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NIH 'Reinventing' An Expanding SBIR Program

SIDEBAR: For More Information Supporters of the controversial funding category are fighting efforts to keep its budget from growing and trying to increase applications in an attempt to mollify critics. Funded by a growing "tax" on federal R&D funds that will total almost $1.2 billion in fiscal year 1997, Small Business Innovation Research (SBIR) grants are becoming increasingly controversial. Intended to help companies with fewer than 500 employees commercialize new technologies, the progr

Robert Finn

SIDEBAR: For More Information


Supporters of the controversial funding category are fighting efforts to keep its budget from growing and trying to increase applications in an attempt to mollify critics.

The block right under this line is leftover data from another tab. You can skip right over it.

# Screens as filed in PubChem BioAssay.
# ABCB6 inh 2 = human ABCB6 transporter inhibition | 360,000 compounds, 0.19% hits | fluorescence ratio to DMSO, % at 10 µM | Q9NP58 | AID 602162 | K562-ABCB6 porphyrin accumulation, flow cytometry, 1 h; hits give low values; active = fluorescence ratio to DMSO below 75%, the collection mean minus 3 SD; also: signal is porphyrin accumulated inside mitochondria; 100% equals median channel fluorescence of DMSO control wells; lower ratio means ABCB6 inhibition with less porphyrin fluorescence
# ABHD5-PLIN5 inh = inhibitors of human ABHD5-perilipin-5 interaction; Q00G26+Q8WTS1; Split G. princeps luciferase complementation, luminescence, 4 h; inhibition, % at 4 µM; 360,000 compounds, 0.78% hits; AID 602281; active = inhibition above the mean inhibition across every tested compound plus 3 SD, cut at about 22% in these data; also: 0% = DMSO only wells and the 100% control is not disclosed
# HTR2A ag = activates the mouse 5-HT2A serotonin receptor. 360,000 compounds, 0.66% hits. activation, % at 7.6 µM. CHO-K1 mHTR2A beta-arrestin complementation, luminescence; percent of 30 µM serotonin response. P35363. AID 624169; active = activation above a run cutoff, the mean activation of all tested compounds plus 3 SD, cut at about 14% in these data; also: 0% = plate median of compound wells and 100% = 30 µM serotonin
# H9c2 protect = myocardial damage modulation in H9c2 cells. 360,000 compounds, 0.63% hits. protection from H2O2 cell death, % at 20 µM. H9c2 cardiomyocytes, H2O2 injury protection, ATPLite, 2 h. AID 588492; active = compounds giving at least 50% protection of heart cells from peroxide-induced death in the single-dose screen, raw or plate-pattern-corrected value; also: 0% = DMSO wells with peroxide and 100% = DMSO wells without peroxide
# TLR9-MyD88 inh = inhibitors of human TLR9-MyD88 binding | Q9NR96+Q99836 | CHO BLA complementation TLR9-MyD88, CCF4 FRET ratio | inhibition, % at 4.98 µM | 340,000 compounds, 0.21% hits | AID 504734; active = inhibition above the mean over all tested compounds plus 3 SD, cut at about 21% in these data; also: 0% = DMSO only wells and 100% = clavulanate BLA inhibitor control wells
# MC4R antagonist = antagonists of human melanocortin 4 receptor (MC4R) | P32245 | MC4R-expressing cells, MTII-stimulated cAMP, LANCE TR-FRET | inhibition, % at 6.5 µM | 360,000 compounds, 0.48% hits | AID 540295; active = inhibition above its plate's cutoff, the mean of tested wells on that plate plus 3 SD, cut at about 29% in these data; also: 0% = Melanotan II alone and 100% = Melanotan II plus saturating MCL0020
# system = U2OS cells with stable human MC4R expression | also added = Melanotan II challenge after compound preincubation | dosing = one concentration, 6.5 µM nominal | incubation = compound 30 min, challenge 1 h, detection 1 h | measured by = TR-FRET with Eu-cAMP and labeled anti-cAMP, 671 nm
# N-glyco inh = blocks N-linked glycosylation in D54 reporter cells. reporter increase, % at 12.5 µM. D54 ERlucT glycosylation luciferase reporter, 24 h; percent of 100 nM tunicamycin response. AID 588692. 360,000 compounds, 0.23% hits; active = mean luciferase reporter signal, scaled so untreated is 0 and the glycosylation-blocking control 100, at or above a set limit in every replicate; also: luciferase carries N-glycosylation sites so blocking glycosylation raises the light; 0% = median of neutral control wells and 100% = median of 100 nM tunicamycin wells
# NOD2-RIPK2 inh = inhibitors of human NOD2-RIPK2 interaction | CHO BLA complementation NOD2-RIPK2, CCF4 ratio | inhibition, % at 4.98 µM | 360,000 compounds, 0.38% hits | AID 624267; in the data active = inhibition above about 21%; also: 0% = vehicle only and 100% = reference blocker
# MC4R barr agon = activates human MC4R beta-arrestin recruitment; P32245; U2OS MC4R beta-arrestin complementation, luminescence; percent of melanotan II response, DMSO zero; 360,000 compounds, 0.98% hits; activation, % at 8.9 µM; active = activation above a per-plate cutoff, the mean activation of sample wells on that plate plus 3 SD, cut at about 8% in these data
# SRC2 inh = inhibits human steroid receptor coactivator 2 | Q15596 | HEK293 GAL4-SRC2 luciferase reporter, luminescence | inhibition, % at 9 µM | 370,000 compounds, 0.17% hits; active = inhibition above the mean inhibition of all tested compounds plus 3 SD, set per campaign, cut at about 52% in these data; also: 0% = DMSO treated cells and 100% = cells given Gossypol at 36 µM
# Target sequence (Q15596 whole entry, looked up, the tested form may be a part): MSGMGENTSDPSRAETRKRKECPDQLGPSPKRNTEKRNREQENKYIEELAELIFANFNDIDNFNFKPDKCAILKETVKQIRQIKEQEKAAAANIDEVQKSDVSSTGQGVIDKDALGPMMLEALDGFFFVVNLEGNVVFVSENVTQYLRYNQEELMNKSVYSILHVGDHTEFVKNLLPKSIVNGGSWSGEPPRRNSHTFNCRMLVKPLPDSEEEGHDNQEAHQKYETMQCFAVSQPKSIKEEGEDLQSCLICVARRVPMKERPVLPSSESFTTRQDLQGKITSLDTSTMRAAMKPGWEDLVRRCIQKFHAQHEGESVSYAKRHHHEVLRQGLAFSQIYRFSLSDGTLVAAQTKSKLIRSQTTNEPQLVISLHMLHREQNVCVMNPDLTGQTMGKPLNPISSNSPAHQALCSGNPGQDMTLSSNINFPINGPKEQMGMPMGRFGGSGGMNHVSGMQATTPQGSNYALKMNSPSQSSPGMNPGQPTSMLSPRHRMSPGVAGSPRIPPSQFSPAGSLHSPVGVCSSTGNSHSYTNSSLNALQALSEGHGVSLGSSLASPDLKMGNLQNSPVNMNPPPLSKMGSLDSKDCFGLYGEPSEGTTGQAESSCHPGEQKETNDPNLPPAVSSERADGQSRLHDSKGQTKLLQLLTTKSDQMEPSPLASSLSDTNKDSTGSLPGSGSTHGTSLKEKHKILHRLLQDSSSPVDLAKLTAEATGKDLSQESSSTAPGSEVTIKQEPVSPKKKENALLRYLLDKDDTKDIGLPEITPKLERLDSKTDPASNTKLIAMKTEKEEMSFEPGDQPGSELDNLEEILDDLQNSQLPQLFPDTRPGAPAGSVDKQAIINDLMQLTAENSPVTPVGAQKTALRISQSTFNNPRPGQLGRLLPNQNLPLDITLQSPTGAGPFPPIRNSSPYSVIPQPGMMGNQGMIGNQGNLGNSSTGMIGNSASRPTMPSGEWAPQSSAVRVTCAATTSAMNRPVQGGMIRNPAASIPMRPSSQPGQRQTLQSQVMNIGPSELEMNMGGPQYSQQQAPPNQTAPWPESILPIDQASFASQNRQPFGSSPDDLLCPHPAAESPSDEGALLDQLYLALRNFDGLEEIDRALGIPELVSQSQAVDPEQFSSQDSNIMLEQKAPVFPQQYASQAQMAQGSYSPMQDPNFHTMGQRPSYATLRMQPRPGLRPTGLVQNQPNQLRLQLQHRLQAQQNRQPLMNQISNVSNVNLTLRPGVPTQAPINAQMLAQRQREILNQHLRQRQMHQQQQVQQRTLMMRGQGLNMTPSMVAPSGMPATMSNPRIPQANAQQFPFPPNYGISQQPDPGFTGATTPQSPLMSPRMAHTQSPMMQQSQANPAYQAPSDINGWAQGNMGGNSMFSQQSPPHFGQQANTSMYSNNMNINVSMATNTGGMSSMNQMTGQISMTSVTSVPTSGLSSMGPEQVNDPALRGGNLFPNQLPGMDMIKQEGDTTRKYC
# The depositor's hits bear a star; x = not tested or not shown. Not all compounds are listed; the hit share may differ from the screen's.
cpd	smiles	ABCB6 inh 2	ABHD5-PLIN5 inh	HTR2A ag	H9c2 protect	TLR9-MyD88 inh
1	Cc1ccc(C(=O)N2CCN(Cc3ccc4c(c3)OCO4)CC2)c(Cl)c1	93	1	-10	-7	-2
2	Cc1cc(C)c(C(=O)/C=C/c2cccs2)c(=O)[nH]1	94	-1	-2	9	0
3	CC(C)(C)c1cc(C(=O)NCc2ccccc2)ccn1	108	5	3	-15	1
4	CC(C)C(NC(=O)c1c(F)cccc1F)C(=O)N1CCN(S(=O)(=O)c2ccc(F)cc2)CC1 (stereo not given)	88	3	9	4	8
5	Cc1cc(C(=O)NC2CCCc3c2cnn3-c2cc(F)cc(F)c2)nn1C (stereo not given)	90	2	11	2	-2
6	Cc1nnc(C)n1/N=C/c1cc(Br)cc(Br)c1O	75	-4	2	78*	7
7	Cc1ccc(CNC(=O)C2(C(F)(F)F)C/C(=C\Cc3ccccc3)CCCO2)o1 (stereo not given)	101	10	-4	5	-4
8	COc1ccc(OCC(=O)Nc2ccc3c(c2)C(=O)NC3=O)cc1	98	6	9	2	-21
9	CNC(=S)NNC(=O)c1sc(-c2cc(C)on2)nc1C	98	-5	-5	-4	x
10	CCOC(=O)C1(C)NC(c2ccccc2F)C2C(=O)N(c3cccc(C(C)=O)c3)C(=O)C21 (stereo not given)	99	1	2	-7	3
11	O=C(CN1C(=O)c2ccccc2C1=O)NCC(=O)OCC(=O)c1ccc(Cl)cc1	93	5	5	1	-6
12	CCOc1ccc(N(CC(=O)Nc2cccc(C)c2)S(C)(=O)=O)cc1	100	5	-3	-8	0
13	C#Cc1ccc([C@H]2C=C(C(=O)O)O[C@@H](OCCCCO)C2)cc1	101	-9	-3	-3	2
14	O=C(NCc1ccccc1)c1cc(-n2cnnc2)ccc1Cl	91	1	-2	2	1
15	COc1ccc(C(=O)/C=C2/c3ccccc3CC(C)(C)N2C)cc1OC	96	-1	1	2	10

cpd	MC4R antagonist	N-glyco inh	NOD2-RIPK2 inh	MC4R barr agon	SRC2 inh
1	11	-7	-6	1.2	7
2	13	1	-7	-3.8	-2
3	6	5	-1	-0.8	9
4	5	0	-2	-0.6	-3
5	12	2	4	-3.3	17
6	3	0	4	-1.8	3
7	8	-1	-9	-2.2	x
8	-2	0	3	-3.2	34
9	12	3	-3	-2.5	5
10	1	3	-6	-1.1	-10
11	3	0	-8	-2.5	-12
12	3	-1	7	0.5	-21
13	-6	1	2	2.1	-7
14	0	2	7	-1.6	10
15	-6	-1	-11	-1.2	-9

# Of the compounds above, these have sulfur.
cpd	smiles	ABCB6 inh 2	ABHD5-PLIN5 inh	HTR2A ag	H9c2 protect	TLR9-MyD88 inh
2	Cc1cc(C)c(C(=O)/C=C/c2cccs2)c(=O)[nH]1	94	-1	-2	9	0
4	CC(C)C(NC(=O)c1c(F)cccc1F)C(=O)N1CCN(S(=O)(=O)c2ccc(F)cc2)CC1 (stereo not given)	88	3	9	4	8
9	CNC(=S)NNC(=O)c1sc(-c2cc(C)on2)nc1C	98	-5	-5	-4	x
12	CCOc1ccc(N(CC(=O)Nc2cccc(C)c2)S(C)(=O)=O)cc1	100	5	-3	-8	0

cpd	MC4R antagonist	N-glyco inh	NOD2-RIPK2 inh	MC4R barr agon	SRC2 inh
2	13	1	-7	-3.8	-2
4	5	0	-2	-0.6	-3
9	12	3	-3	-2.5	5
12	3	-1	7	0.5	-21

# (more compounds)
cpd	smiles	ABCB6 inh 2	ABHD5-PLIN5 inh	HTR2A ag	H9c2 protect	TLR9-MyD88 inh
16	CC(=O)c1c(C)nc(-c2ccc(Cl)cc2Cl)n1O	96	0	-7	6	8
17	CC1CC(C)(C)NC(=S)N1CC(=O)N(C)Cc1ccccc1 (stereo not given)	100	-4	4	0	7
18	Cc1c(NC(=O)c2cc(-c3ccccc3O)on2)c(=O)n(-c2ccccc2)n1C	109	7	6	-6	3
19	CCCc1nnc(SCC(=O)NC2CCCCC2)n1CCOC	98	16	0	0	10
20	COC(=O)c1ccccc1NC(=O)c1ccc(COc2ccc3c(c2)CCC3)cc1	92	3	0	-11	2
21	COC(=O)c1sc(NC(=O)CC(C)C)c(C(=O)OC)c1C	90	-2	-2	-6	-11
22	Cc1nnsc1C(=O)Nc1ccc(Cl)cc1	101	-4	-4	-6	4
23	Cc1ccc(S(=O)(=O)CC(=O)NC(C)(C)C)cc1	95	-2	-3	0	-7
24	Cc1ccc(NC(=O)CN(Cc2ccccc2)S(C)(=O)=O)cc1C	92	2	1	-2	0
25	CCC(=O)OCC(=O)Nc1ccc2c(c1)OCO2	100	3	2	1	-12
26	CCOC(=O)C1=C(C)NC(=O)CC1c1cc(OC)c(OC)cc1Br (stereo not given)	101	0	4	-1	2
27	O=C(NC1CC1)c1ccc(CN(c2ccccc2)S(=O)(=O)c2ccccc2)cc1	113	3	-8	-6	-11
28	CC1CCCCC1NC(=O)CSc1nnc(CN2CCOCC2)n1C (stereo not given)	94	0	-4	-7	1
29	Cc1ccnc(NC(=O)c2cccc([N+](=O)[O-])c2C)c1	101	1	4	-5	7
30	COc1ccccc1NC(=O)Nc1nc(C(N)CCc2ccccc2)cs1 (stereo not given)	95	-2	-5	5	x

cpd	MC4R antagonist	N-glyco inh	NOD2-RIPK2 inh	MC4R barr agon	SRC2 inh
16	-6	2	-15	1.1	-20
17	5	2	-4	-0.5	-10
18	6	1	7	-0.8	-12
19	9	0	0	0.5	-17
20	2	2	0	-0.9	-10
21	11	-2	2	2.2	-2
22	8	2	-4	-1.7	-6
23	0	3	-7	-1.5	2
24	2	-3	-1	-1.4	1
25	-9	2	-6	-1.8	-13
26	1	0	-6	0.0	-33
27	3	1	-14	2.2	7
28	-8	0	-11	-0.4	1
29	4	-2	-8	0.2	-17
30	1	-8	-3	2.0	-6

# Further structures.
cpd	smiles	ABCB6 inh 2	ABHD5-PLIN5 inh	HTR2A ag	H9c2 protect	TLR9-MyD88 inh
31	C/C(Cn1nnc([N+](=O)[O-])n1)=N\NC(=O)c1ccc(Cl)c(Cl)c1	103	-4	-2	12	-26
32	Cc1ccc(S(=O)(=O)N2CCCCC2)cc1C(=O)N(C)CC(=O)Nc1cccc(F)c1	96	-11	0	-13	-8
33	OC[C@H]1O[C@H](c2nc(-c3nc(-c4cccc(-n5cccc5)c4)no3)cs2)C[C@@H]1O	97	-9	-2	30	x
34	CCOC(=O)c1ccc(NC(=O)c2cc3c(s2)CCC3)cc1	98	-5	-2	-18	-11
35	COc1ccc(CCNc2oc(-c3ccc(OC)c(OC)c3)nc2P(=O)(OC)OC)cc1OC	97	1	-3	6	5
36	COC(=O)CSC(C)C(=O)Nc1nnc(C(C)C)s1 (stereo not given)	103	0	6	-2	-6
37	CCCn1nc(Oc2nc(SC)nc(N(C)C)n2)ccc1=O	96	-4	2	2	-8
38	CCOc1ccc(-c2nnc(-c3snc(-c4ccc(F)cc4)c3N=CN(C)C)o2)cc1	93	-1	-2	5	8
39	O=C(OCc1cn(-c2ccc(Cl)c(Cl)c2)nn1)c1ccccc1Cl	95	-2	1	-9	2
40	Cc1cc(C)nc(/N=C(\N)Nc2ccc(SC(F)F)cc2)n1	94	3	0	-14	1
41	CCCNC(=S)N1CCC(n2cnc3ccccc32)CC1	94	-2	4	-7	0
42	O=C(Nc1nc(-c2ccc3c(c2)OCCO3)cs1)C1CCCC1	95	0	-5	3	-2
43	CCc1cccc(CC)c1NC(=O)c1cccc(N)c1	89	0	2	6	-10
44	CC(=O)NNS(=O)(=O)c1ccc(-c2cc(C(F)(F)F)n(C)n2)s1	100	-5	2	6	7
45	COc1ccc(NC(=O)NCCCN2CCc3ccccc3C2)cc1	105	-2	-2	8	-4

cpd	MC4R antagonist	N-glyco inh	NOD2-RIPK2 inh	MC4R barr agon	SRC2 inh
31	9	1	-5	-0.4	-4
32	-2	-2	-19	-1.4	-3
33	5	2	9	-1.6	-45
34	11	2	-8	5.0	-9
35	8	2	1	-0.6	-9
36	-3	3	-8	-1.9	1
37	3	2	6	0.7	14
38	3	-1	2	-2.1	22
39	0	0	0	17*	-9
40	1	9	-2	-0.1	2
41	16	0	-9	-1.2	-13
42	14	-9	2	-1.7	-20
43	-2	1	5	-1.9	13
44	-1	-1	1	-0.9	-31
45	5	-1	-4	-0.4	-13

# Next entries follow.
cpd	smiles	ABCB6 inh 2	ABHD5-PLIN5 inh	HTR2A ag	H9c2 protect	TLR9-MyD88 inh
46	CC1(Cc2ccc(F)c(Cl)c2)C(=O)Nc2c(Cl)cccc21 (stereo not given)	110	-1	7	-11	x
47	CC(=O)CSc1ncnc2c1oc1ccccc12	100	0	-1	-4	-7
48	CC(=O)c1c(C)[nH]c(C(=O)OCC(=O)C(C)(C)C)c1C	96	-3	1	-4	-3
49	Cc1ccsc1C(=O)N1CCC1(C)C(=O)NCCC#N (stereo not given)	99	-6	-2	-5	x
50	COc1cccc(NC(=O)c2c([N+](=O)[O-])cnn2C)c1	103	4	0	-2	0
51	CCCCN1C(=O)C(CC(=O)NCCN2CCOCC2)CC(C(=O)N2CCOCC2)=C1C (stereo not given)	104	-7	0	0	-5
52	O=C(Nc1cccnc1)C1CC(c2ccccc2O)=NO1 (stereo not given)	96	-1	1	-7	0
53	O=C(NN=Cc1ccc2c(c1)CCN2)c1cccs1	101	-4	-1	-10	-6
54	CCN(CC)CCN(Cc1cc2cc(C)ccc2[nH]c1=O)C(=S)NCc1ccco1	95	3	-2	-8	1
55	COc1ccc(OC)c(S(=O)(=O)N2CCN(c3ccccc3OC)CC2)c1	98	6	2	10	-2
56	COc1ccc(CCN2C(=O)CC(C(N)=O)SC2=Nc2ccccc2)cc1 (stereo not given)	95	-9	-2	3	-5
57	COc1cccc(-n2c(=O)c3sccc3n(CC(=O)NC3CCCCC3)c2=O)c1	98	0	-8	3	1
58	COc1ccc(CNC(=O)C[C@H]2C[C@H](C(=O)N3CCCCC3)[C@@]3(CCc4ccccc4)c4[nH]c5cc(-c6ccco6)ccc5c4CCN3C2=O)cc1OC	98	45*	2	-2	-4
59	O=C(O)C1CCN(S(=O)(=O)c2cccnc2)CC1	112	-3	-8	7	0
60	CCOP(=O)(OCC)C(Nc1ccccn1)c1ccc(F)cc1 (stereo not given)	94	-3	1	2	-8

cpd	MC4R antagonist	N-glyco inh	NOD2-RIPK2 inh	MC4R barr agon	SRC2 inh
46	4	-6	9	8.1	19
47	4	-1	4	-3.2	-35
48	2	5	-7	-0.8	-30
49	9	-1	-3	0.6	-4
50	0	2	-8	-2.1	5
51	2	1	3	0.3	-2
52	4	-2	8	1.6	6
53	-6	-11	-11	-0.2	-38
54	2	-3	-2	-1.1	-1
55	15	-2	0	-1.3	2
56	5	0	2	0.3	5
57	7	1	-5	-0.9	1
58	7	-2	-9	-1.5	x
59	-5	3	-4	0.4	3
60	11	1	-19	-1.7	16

Funded by a growing "tax" on federal R&D funds that will total almost $1.2 billion in fiscal year 1997, Small Business Innovation Research (SBIR) grants are becoming increasingly controversial. Intended to help companies with fewer than 500 employees commercialize new technologies, the program has come under fire from academic researchers funded by the National Institutes of Health. NIH is one of several federal agencies reserving a portion of its R&D budget for SBIR-applied research conducted by private firms.

Some scientists are displeased that, as mandated in Congress's 1992 reauthorization of the SBIR program, the portion of NIH's R&D budget designated for SBIR is set to grow from 2 percent in 1996 to 2.5 percent in 1997. Critics charge that funded...

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